Sign is not ‘art’
I am puzzled about the “Dream” sculpture for downtown Arlington, as described recently in a Citizen-Journal article.
From the picture, it looks like a huge neon sign.
I’ve lived in Arlington since 1971, attended UTA beginning in 1965, and never in my wildest imagination would I have ever “dreamed” that Arlington would even want to be defined by a huge neon sign.
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I find it hideous and I would be embarrassed to have that in the center of downtown.
Fellow citizens, what do you think?
I’m no artist, but I believe even I could design that. We have a huge university; please consider involving them.
To me, this design is just lazy. And. Not. Art.
— Kay Huggins, Arlington
Way past time to deflate the inflated scandal.
The professional teams as well as many university teams cheat on a regular basis, making the deflated ball issue null and void.
Why do coaches cover their mouths when they talk to players? Simple: The opposing team has hired lip readers to steal the play information.
Hacking into another teams messages is also used.
The same is true about the signs and pictures that are held up to the players, it is simply a way to hide information from the opposing teams.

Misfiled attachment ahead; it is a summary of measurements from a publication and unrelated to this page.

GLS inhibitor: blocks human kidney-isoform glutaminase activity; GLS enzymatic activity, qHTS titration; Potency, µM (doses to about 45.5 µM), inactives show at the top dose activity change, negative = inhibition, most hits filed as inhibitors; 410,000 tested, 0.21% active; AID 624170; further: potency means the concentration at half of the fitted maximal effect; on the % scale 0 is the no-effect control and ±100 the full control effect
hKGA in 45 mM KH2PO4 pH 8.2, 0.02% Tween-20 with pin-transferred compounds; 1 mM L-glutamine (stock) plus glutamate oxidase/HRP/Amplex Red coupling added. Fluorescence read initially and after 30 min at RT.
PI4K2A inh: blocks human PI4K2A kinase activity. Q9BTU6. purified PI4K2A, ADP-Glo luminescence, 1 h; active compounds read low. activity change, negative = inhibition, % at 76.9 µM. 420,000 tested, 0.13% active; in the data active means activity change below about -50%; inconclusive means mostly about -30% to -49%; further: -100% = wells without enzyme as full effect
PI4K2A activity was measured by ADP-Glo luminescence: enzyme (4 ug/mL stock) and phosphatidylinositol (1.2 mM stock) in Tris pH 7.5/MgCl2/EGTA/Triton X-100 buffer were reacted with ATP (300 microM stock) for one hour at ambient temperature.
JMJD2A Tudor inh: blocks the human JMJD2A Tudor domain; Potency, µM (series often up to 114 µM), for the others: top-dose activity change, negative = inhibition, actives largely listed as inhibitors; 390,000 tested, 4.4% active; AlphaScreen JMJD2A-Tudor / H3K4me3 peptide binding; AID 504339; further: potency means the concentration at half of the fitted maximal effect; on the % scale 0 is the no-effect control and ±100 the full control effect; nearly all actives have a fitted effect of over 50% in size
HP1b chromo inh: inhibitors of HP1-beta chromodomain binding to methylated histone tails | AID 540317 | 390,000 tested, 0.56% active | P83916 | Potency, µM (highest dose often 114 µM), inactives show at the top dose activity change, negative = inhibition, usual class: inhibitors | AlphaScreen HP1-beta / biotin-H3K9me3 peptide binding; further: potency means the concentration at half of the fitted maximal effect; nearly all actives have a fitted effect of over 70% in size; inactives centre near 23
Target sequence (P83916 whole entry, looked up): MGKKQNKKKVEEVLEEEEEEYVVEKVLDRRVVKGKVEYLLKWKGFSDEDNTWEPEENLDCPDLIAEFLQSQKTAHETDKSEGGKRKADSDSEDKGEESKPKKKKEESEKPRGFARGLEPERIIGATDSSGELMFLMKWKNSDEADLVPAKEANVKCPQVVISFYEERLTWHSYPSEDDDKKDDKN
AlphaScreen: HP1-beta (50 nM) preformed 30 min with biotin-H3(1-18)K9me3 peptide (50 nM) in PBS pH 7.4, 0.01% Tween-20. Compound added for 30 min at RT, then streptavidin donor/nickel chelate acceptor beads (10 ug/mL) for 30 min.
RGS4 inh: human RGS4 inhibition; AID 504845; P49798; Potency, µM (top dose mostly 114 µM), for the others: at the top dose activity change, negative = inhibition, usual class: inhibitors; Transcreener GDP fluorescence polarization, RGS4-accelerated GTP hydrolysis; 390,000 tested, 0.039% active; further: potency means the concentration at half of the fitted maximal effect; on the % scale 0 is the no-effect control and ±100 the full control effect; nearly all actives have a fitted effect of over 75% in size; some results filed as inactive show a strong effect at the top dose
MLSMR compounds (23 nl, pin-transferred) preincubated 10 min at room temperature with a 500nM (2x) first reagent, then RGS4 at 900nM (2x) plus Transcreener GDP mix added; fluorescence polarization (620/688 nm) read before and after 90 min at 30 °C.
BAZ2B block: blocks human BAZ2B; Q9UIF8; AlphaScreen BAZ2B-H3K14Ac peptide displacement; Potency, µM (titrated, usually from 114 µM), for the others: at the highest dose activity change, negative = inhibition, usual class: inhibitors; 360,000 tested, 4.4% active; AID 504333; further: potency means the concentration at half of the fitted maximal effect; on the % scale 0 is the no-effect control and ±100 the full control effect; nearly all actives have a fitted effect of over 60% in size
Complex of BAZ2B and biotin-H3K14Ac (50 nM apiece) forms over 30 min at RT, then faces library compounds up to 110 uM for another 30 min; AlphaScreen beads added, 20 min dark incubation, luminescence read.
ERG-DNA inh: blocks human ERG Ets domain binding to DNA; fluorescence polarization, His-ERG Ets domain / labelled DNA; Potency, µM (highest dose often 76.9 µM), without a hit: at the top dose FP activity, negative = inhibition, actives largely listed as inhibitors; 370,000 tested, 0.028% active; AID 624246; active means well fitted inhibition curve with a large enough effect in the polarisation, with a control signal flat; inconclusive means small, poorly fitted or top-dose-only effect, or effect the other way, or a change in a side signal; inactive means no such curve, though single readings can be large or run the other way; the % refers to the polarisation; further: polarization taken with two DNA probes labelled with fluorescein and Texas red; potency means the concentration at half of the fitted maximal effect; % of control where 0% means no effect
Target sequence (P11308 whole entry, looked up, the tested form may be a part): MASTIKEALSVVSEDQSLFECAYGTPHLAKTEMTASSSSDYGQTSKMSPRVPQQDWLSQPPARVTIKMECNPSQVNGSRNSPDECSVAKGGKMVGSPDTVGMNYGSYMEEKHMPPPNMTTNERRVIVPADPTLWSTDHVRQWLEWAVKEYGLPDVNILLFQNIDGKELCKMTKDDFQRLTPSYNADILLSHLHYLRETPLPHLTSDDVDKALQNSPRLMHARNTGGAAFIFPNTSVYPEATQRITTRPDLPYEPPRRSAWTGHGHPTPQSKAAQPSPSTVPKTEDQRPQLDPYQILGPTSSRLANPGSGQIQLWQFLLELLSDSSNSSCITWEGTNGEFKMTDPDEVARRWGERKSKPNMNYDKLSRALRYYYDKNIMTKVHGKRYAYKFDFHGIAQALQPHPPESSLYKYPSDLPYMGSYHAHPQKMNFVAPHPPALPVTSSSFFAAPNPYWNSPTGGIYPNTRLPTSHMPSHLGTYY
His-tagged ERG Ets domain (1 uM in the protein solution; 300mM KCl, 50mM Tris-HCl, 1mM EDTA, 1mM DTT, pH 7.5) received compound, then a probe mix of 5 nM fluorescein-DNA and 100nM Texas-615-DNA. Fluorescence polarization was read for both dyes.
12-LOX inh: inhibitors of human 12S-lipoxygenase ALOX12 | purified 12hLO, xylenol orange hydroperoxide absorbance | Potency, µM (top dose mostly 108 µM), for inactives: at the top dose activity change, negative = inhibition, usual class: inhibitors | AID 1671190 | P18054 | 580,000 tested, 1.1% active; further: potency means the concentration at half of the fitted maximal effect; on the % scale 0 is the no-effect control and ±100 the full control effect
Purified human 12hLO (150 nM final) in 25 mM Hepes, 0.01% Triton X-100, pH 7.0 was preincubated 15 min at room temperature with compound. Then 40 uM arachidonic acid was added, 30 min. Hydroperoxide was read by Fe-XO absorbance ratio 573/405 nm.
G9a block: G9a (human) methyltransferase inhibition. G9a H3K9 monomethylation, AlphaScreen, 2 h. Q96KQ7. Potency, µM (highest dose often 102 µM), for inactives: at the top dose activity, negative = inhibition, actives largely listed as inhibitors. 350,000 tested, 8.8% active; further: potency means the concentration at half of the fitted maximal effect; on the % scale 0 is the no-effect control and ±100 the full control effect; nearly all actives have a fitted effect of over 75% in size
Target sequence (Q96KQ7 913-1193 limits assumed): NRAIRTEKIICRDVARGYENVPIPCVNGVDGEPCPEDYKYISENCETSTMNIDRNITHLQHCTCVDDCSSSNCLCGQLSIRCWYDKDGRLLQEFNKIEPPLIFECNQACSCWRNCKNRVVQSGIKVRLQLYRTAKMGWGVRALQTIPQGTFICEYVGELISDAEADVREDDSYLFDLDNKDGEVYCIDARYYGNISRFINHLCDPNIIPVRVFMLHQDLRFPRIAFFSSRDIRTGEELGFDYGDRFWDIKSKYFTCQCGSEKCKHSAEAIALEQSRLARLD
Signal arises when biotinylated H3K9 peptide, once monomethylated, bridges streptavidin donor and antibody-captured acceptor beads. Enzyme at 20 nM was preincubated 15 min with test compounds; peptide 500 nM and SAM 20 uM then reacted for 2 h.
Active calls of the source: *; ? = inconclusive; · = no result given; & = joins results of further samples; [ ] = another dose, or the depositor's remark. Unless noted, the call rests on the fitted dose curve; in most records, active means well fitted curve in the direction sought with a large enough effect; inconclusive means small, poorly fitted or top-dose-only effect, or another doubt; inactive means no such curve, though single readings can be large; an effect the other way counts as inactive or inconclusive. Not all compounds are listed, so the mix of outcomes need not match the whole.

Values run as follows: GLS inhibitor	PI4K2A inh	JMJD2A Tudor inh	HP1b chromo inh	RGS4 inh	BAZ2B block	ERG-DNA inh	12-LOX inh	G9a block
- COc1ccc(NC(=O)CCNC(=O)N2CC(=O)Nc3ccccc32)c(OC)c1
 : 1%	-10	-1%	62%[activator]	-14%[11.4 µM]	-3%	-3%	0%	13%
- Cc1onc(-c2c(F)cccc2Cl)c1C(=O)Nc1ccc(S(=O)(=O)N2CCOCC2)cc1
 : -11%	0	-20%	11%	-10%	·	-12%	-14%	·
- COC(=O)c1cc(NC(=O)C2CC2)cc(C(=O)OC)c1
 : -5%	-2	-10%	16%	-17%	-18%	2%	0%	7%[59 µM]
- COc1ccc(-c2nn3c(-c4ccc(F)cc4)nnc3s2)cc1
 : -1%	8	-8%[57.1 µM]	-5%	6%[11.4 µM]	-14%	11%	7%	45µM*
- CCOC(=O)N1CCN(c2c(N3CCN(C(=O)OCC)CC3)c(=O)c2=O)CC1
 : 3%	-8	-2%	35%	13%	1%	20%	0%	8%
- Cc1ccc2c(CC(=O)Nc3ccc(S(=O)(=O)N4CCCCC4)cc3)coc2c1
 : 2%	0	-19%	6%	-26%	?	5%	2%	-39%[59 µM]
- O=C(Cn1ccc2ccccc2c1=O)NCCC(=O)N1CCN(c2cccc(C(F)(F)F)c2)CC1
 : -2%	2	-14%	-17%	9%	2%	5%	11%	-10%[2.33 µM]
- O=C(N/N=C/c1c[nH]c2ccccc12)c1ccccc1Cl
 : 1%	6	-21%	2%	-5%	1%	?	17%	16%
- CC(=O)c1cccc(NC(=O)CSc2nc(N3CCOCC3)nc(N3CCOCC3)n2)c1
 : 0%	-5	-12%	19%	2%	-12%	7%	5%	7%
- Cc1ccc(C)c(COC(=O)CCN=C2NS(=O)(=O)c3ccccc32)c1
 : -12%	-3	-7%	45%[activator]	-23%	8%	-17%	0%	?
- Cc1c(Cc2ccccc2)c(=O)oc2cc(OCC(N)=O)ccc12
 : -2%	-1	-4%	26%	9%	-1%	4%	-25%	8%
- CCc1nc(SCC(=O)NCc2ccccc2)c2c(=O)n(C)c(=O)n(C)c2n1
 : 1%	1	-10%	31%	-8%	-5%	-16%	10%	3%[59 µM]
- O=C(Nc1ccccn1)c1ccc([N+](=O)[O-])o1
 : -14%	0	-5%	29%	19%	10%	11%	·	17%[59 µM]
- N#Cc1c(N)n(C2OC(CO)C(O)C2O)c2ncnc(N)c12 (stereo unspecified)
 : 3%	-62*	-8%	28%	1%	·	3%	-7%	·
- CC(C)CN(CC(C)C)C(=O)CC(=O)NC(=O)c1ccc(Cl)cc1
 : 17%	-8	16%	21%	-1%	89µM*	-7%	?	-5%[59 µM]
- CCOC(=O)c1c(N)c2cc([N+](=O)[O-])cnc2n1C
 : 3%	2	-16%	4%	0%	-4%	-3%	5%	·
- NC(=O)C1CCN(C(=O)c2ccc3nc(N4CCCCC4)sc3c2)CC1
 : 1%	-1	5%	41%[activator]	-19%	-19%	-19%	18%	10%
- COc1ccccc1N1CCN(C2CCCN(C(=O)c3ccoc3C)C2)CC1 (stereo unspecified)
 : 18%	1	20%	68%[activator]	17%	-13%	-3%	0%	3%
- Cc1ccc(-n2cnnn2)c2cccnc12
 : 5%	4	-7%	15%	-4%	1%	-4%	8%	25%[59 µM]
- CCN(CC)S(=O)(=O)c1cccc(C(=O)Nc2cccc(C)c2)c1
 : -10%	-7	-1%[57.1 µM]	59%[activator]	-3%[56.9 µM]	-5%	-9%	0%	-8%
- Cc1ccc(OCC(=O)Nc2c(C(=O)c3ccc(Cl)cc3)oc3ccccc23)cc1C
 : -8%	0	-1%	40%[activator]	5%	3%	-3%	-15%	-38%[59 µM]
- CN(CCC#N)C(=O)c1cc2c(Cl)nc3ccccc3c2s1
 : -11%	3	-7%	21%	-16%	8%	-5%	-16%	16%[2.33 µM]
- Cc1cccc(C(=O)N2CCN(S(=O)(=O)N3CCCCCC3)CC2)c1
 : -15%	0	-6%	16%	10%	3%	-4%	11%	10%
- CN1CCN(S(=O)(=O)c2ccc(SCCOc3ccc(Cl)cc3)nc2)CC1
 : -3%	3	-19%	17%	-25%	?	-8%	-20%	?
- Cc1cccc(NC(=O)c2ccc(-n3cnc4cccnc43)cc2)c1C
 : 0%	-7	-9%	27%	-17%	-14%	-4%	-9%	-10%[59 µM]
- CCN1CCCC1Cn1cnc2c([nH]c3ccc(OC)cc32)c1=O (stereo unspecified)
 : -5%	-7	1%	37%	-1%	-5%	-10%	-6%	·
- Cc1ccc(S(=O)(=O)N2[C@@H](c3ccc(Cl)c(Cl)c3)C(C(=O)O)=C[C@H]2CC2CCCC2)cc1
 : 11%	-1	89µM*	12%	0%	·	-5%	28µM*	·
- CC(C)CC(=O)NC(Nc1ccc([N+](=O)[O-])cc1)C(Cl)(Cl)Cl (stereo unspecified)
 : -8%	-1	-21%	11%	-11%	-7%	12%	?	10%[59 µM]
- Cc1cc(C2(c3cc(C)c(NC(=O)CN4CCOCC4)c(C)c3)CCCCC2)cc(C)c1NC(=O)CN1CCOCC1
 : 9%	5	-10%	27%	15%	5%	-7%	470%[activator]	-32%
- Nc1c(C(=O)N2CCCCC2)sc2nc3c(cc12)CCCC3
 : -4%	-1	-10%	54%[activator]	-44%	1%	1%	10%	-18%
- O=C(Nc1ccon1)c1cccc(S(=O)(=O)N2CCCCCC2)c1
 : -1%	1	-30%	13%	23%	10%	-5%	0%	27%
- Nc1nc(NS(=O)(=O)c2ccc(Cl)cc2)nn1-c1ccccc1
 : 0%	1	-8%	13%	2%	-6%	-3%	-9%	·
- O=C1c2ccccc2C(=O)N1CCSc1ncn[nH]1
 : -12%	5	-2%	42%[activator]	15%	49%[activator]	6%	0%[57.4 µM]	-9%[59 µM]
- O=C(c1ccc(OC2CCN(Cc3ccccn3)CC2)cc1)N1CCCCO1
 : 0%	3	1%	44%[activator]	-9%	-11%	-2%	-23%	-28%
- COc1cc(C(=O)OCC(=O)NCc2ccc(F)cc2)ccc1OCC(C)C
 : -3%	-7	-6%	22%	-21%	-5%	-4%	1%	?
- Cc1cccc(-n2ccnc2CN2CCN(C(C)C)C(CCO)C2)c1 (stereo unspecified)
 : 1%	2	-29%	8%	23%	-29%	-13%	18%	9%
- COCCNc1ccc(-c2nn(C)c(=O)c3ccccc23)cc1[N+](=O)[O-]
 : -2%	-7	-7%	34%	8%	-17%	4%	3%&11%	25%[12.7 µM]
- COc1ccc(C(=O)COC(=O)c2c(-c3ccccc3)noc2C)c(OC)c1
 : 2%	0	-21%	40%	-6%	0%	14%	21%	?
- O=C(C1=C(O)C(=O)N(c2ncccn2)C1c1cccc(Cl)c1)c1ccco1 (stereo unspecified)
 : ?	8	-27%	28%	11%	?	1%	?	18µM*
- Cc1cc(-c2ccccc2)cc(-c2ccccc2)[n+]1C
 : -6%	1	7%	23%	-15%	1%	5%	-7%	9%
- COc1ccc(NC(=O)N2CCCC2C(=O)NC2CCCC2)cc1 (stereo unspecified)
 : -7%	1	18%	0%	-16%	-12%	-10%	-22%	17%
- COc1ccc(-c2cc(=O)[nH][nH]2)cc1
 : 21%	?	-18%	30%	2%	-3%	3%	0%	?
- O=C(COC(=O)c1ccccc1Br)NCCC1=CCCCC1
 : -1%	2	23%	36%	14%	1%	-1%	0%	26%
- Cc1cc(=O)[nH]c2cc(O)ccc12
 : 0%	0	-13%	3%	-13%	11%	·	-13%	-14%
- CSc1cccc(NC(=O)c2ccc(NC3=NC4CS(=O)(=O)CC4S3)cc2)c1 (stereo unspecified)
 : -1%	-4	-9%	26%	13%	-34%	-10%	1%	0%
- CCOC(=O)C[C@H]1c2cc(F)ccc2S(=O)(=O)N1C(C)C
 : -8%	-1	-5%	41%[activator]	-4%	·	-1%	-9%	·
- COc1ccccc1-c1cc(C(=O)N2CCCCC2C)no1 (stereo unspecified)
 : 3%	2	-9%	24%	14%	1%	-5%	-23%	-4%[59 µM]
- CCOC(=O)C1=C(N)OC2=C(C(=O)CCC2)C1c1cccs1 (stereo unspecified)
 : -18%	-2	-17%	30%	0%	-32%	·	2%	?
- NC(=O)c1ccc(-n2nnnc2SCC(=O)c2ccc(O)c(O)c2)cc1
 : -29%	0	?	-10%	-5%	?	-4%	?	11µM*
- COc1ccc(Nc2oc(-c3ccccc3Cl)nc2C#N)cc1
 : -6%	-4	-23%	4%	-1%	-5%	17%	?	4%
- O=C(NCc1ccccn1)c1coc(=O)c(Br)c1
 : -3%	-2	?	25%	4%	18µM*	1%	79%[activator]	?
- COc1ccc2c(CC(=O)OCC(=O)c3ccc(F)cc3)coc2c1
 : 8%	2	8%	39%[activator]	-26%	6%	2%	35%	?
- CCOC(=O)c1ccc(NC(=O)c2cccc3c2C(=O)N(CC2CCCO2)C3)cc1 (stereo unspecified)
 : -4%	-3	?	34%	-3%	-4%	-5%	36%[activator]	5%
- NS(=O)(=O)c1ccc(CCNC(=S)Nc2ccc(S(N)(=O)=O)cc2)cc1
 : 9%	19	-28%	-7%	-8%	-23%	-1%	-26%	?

The antics from the sidelines by coaches and players are not try-outs for the upcoming dances or talent shows.
They are designed to pass information to their team so the opposing team cannot steal the signals.
Like the so-called deflated ball, these are simply methods to cheat. They all do it so I would assume it is accepted by the public and fans.
Certainly, the ball issue will spark more interest in a not-so-clean operation.
— Jim Sanderson, Fort Worth
More doctors in Texas
I deeply appreciate State Sen. Jane Nelson for her foresight and vision when it comes to the future of medical care in the Lone Star State.
This week, she showed her commitment to health care in Texas by including $60 million in Senate Bill 2 for graduate medical education. This critical funding is intended to create additional first-year residency slots, ensuring that all medical school graduates in Texas can continue their education and training without leaving the state.
Right now, there are more medical school graduates than available residency slots, forcing many of Texas’ best and brightest to go elsewhere to complete their education. In the context of our statewide physician shortage — Texas ranks 42nd nationally in physicians per capita — this makes little sense.
Consider further that the Legislature invests about $200,000 for each Texas medical student over four years, too often only to see that investment head across state lines because of a lack of residency slots. Numerous studies show that physicians are far more likely to practice medicine in the state where they complete their residencies.
It’s clear Sen. Nelson understands these issues. Her legislation will help ensure we keep Texas-trained doctors here at home.
— Dr. Don N. Peska,
Dean, Texas College of Osteopathic Medicine,
UNT Health Science Center
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